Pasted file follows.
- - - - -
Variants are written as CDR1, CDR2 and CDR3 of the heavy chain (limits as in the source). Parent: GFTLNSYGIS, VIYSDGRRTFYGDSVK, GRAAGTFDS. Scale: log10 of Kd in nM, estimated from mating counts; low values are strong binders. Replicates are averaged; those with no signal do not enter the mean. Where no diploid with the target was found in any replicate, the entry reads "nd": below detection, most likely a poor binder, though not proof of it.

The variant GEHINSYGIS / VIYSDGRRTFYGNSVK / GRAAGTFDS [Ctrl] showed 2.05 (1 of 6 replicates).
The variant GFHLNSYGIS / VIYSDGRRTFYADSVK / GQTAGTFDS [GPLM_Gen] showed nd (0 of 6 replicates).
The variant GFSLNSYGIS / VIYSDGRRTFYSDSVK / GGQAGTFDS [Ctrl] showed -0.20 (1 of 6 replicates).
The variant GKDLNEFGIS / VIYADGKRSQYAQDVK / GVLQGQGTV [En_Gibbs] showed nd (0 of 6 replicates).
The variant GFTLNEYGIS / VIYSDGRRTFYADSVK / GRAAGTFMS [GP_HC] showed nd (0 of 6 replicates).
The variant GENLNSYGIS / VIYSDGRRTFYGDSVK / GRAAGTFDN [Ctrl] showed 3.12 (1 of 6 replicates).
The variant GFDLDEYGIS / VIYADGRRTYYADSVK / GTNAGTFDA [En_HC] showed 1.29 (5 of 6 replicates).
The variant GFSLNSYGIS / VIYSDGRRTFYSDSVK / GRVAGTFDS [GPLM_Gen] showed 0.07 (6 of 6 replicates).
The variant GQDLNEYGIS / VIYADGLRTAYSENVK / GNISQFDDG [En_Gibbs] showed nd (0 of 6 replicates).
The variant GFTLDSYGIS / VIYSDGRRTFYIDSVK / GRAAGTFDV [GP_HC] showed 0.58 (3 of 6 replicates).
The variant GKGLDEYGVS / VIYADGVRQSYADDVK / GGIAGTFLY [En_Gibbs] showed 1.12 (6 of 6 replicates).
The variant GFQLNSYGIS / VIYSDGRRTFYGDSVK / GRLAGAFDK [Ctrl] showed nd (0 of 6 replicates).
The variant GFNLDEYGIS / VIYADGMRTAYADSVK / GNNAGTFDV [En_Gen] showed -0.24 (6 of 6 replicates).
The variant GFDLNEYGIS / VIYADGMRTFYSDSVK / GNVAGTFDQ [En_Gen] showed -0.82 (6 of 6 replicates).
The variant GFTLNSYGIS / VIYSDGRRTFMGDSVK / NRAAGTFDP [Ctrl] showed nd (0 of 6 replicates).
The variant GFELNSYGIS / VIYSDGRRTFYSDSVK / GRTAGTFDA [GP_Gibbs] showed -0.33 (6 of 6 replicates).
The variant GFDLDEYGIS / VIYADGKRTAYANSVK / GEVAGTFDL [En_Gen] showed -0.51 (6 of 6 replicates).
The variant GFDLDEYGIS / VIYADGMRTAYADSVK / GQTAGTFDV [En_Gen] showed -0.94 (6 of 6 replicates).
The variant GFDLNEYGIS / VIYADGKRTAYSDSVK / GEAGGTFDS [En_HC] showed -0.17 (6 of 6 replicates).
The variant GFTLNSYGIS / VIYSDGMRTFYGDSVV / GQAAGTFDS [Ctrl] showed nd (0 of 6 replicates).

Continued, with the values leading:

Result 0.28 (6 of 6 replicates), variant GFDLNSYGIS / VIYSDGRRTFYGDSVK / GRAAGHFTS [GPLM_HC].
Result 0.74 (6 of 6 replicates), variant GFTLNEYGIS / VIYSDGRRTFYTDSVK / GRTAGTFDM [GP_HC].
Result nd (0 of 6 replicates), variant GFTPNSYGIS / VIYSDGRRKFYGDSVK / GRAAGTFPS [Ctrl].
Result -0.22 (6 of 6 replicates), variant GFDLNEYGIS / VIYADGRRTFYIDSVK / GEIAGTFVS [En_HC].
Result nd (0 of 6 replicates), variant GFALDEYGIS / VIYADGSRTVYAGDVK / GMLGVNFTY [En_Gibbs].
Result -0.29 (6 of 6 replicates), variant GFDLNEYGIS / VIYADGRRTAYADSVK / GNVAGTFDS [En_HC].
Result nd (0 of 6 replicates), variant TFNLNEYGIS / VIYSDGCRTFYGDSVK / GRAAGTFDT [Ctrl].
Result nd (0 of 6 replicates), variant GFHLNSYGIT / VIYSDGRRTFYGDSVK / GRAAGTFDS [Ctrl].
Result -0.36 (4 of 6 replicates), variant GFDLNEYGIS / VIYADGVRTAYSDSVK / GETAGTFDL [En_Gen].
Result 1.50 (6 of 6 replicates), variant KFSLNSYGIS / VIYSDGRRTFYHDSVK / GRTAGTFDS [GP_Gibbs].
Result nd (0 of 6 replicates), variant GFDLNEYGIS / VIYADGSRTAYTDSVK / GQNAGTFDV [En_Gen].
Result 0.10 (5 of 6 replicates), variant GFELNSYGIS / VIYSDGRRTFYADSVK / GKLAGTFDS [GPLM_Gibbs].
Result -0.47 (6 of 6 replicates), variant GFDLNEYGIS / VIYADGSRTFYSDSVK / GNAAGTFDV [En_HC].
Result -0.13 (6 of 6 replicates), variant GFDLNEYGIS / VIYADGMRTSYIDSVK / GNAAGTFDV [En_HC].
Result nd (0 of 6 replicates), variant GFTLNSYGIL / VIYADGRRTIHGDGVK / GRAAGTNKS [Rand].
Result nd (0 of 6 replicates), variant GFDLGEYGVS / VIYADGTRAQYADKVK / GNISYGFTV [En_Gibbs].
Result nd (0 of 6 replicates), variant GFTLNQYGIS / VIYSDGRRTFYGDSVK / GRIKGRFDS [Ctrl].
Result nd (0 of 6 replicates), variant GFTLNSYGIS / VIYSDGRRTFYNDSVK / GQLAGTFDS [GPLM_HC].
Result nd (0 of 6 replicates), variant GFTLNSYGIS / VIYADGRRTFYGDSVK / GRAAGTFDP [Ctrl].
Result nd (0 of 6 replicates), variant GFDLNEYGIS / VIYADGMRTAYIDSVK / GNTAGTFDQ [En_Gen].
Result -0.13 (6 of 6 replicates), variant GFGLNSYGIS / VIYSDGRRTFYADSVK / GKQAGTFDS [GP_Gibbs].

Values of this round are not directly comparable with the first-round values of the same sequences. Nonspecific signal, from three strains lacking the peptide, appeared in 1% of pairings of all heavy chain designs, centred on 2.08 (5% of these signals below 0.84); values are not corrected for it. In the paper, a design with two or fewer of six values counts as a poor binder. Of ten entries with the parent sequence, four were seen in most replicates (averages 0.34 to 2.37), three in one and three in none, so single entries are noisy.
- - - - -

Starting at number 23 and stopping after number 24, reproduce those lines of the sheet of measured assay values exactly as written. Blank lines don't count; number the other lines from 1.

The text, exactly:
Result 0.28 (6 of 6 replicates), variant GFDLNSYGIS / VIYSDGRRTFYGDSVK / GRAAGHFTS [GPLM_HC].
Result 0.74 (6 of 6 replicates), variant GFTLNEYGIS / VIYSDGRRTFYTDSVK / GRTAGTFDM [GP_HC].